Raghuram G. Rajan in Project Syndicate:
Economists generally agree that the way to reduce GHG emissions is to tax them. But such taxes almost certainly will cause disruptive economic changes in the short run, which is why discussions of imposing them tend to run quickly into free-rider or fairness problems.
For example, industrialized countries such as the US are concerned that while they work hard to reduce emissions, developing countries will keep pumping them out with abandon. But at the same time, developing countries like Uganda point out that there is profound inequity in asking a country that emitted just 0.13 tons of carbon dioxide per capita in 2017 to bear the same burden as the US or Saudi Arabia, with their respective per capita emissions of 16 and 17.5 tons.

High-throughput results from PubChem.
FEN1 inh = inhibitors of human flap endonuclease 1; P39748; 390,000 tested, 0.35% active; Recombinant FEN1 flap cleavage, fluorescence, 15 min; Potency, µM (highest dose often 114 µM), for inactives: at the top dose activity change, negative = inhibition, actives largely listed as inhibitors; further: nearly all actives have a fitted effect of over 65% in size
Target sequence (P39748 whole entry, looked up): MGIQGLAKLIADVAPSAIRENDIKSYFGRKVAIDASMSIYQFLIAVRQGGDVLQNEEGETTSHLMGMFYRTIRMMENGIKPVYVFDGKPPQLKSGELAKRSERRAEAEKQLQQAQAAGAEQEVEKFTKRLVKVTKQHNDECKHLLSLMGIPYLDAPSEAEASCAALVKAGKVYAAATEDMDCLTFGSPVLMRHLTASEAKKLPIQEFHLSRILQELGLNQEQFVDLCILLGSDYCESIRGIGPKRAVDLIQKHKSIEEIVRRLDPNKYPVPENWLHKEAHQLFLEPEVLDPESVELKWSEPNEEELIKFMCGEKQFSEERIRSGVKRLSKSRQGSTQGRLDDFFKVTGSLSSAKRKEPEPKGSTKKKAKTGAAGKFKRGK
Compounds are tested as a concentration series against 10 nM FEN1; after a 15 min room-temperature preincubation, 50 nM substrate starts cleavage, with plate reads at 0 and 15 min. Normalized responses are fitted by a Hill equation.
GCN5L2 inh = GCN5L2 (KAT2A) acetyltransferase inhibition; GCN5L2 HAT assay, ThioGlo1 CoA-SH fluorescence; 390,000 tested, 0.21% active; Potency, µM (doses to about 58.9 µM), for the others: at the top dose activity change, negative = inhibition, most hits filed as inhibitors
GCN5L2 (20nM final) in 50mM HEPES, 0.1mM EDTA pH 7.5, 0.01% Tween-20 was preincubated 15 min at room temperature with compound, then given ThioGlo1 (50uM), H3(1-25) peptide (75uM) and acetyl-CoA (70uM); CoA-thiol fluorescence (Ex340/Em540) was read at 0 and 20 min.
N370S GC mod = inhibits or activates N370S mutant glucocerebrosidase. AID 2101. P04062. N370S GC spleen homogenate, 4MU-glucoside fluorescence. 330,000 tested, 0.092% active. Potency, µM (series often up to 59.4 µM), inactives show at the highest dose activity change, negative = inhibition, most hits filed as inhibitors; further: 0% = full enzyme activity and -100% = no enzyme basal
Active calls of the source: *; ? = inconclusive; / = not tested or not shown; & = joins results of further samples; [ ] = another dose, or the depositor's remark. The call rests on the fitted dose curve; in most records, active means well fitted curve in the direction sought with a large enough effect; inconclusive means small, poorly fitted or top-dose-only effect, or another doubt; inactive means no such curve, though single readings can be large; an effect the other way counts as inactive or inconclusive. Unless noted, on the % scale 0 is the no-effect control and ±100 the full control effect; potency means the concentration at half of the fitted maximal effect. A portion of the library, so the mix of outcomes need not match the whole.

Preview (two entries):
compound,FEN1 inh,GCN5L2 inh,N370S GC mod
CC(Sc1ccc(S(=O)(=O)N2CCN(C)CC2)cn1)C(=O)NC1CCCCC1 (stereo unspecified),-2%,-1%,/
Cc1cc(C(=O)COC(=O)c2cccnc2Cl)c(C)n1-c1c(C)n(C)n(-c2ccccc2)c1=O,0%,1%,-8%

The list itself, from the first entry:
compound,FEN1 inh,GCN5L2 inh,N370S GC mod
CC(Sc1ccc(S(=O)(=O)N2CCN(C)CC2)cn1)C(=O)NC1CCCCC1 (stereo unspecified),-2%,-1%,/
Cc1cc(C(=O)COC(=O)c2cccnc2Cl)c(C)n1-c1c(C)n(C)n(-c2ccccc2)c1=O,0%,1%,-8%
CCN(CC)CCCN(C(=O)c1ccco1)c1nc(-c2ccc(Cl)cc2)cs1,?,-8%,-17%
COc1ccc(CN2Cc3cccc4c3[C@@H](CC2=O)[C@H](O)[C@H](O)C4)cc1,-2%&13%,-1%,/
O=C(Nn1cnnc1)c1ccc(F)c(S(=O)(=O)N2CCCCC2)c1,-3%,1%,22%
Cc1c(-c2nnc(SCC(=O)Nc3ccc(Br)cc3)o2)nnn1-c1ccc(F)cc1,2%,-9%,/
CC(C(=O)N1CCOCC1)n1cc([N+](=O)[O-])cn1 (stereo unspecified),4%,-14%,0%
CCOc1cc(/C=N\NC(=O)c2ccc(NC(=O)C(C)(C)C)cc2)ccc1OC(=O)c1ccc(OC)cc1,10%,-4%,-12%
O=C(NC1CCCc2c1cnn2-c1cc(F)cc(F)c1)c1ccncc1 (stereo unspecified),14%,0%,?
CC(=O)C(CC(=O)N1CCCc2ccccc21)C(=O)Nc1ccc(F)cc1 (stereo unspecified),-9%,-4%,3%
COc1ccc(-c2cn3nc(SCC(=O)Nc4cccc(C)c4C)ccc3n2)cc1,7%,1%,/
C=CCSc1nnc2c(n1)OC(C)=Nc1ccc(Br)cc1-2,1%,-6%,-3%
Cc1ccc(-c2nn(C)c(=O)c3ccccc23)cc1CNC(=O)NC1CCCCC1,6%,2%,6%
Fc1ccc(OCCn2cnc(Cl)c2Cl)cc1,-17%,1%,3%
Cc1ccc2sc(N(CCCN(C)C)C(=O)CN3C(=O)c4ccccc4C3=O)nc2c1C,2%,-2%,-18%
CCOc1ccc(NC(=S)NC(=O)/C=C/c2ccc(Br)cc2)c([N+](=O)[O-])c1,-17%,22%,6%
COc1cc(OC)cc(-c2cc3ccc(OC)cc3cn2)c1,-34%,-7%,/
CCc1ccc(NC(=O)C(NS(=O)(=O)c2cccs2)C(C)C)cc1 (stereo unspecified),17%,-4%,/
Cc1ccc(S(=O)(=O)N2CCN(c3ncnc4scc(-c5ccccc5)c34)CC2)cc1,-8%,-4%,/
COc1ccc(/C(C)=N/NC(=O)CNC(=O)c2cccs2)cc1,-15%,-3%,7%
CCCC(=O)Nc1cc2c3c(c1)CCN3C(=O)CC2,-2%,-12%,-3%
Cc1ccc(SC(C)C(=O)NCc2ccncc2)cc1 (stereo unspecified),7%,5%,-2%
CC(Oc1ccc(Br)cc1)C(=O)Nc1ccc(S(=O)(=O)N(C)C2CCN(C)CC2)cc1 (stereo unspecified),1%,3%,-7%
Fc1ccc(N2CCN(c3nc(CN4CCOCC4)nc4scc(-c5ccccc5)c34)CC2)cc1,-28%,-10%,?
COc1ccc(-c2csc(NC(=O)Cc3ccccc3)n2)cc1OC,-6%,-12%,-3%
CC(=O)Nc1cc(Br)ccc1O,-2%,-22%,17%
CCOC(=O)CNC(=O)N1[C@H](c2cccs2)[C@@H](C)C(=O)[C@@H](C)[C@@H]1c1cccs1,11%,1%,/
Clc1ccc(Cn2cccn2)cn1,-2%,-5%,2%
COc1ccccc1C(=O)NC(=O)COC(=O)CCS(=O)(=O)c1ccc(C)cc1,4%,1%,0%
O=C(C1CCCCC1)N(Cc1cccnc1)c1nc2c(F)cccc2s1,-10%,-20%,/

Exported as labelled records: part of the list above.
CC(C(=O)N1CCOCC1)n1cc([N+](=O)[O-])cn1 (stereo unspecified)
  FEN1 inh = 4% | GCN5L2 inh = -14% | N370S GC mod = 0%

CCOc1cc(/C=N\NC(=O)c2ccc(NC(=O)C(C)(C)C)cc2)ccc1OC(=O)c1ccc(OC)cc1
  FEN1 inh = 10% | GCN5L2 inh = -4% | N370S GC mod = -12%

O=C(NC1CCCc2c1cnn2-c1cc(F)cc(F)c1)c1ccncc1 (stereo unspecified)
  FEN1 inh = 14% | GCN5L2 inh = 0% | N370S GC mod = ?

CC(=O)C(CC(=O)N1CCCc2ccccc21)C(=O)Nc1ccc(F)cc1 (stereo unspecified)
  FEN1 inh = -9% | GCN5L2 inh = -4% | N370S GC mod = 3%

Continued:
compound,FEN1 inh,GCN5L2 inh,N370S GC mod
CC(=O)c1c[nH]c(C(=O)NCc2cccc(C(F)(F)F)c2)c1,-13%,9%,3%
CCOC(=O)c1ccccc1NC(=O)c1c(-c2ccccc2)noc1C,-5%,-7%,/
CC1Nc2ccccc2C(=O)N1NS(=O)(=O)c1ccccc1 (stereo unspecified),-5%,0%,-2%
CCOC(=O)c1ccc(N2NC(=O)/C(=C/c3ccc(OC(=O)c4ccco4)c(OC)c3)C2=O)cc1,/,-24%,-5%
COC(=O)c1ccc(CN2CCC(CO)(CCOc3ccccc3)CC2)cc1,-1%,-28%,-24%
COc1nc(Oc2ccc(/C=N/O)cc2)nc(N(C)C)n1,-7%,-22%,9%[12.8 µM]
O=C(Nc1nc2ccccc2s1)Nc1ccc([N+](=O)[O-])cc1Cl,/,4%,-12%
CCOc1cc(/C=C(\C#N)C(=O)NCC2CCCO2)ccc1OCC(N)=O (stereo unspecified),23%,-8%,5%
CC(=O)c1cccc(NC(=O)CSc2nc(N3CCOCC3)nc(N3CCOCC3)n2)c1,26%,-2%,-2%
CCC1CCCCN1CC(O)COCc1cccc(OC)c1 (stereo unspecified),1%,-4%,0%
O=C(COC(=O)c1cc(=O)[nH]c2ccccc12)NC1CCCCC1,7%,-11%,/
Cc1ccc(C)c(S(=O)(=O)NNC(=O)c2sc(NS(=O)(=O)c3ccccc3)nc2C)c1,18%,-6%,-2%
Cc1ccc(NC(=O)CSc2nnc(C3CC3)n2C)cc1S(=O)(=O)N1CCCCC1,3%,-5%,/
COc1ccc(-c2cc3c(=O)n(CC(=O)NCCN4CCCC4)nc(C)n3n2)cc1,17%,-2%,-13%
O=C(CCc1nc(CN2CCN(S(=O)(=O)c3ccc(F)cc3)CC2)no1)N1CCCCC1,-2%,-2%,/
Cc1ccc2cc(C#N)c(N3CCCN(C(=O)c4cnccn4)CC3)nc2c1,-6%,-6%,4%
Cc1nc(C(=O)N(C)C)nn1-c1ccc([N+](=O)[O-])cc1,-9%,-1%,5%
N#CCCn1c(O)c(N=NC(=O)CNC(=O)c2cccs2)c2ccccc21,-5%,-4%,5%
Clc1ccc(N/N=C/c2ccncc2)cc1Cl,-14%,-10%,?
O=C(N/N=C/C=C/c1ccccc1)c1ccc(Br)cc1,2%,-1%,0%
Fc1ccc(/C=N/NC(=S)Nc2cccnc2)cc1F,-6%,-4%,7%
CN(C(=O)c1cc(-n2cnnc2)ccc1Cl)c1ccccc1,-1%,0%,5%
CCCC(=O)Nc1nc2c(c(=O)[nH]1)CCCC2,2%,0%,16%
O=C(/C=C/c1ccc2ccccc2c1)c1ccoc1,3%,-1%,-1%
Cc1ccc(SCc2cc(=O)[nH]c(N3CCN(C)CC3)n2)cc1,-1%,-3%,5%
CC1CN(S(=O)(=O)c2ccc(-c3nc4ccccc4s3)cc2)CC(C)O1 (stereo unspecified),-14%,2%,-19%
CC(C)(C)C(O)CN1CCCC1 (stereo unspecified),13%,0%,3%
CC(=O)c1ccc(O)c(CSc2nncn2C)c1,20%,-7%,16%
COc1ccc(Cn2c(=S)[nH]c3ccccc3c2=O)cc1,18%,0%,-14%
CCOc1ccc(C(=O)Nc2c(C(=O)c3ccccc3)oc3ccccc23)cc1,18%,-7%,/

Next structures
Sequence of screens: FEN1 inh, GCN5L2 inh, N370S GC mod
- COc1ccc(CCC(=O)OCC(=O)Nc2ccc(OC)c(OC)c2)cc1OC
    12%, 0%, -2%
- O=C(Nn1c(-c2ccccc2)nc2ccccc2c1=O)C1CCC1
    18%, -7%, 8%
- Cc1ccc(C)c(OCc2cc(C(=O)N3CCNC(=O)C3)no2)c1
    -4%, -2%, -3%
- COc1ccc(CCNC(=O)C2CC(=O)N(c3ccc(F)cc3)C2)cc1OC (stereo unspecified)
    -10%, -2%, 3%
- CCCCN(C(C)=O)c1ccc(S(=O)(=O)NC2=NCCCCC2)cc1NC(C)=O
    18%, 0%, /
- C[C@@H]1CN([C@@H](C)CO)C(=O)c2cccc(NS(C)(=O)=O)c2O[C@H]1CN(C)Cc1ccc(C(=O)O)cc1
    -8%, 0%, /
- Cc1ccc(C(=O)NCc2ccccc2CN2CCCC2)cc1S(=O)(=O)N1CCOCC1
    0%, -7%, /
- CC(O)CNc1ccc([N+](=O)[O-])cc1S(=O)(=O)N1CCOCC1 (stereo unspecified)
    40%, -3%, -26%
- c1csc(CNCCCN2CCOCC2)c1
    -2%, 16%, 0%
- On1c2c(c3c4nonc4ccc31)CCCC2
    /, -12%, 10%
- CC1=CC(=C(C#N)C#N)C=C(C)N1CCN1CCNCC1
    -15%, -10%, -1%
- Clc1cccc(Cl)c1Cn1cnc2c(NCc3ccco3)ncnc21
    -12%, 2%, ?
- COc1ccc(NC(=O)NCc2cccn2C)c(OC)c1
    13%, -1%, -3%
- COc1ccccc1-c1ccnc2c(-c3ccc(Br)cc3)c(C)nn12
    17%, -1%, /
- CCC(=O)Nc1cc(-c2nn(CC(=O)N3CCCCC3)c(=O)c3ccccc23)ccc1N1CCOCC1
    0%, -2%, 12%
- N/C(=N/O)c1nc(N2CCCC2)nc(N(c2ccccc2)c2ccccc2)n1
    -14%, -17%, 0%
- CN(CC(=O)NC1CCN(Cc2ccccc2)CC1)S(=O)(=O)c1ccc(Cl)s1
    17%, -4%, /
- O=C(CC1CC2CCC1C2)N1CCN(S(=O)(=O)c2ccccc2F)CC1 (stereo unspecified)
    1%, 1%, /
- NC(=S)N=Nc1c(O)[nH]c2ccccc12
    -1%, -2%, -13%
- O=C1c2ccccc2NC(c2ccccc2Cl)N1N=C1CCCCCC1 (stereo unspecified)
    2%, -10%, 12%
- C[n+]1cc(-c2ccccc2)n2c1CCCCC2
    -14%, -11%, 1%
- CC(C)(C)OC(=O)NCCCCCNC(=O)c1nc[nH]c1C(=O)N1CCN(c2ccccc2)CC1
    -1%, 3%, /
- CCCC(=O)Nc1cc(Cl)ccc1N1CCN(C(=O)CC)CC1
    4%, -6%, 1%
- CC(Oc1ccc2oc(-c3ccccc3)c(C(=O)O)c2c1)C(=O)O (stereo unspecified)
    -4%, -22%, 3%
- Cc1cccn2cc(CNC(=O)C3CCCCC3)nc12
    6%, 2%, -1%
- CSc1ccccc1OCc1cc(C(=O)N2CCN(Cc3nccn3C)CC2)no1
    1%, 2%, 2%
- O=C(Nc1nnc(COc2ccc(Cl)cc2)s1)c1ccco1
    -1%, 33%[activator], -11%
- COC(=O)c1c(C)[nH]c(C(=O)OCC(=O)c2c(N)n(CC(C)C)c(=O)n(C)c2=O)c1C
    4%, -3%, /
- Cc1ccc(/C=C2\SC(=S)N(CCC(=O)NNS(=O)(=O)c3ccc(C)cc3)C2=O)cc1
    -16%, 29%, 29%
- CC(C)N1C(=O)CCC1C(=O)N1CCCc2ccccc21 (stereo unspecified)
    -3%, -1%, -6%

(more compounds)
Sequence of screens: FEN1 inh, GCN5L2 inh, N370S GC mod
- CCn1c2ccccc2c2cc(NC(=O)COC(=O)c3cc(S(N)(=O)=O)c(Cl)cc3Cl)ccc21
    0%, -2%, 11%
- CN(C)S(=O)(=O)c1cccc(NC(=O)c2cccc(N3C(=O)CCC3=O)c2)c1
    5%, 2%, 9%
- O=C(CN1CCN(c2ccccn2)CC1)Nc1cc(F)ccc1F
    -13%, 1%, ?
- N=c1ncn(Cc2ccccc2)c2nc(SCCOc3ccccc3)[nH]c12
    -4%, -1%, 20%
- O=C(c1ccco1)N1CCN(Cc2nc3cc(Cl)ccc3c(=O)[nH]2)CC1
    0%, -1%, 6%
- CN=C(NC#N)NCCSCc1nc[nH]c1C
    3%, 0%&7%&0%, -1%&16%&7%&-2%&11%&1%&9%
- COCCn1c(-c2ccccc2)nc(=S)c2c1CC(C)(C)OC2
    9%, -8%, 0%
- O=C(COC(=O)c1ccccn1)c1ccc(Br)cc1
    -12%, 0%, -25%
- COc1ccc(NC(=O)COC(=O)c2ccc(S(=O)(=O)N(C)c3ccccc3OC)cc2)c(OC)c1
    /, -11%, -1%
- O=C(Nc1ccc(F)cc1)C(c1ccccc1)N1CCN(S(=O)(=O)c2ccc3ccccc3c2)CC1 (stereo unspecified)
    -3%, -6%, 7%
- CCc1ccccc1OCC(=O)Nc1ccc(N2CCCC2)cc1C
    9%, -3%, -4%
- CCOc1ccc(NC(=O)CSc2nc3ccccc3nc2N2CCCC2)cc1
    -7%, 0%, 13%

The least costly way to reduce global emissions would be to give every country similar incentives. While India should not keep building more dirty coal plants as it grows, Europe should be closing down the plants it already has. But each country will want to reduce emissions in its own way – some through taxation, others through regulation. The question, then, is how to balance national-level priorities with global needs so that we can save the one world we have.